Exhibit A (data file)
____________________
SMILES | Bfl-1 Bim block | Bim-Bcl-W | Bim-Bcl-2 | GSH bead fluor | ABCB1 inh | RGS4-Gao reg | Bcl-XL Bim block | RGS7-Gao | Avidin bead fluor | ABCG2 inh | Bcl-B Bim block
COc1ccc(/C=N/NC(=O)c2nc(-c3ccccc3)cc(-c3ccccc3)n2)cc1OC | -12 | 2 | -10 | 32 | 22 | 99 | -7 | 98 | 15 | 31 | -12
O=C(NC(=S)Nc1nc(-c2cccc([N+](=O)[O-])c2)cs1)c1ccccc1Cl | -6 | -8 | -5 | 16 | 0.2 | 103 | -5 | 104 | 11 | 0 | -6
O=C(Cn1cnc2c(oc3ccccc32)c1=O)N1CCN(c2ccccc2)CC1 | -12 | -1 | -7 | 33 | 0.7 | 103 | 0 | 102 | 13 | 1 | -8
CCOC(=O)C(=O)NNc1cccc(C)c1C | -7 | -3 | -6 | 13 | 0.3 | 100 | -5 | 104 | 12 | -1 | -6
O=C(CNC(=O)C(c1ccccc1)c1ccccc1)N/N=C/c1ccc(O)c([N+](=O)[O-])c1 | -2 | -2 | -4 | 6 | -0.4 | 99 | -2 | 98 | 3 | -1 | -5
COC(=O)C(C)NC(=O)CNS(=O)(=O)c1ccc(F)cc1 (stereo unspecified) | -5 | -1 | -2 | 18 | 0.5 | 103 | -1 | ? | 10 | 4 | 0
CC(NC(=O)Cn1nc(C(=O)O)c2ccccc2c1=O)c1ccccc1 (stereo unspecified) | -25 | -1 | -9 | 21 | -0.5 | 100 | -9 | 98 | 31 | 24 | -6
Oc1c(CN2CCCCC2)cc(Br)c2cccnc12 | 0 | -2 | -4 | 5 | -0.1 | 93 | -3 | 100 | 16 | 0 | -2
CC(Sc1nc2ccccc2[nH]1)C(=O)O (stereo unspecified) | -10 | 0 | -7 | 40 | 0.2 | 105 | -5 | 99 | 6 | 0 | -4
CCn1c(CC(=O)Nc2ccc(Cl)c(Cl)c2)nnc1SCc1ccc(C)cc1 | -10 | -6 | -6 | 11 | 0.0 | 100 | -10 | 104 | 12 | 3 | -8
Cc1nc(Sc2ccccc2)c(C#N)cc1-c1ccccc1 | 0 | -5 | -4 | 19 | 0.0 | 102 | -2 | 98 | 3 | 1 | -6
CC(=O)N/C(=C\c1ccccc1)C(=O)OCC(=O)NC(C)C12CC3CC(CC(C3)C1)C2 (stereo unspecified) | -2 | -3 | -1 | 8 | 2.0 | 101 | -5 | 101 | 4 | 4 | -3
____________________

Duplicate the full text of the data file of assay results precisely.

SMILES | Bfl-1 Bim block | Bim-Bcl-W | Bim-Bcl-2 | GSH bead fluor | ABCB1 inh | RGS4-Gao reg | Bcl-XL Bim block | RGS7-Gao | Avidin bead fluor | ABCG2 inh | Bcl-B Bim block
COc1ccc(/C=N/NC(=O)c2nc(-c3ccccc3)cc(-c3ccccc3)n2)cc1OC | -12 | 2 | -10 | 32 | 22 | 99 | -7 | 98 | 15 | 31 | -12
O=C(NC(=S)Nc1nc(-c2cccc([N+](=O)[O-])c2)cs1)c1ccccc1Cl | -6 | -8 | -5 | 16 | 0.2 | 103 | -5 | 104 | 11 | 0 | -6
O=C(Cn1cnc2c(oc3ccccc32)c1=O)N1CCN(c2ccccc2)CC1 | -12 | -1 | -7 | 33 | 0.7 | 103 | 0 | 102 | 13 | 1 | -8
CCOC(=O)C(=O)NNc1cccc(C)c1C | -7 | -3 | -6 | 13 | 0.3 | 100 | -5 | 104 | 12 | -1 | -6
O=C(CNC(=O)C(c1ccccc1)c1ccccc1)N/N=C/c1ccc(O)c([N+](=O)[O-])c1 | -2 | -2 | -4 | 6 | -0.4 | 99 | -2 | 98 | 3 | -1 | -5
COC(=O)C(C)NC(=O)CNS(=O)(=O)c1ccc(F)cc1 (stereo unspecified) | -5 | -1 | -2 | 18 | 0.5 | 103 | -1 | ? | 10 | 4 | 0
CC(NC(=O)Cn1nc(C(=O)O)c2ccccc2c1=O)c1ccccc1 (stereo unspecified) | -25 | -1 | -9 | 21 | -0.5 | 100 | -9 | 98 | 31 | 24 | -6
Oc1c(CN2CCCCC2)cc(Br)c2cccnc12 | 0 | -2 | -4 | 5 | -0.1 | 93 | -3 | 100 | 16 | 0 | -2
CC(Sc1nc2ccccc2[nH]1)C(=O)O (stereo unspecified) | -10 | 0 | -7 | 40 | 0.2 | 105 | -5 | 99 | 6 | 0 | -4
CCn1c(CC(=O)Nc2ccc(Cl)c(Cl)c2)nnc1SCc1ccc(C)cc1 | -10 | -6 | -6 | 11 | 0.0 | 100 | -10 | 104 | 12 | 3 | -8
Cc1nc(Sc2ccccc2)c(C#N)cc1-c1ccccc1 | 0 | -5 | -4 | 19 | 0.0 | 102 | -2 | 98 | 3 | 1 | -6
CC(=O)N/C(=C\c1ccccc1)C(=O)OCC(=O)NC(C)C12CC3CC(CC(C3)C1)C2 (stereo unspecified) | -2 | -3 | -1 | 8 | 2.0 | 101 | -5 | 101 | 4 | 4 | -3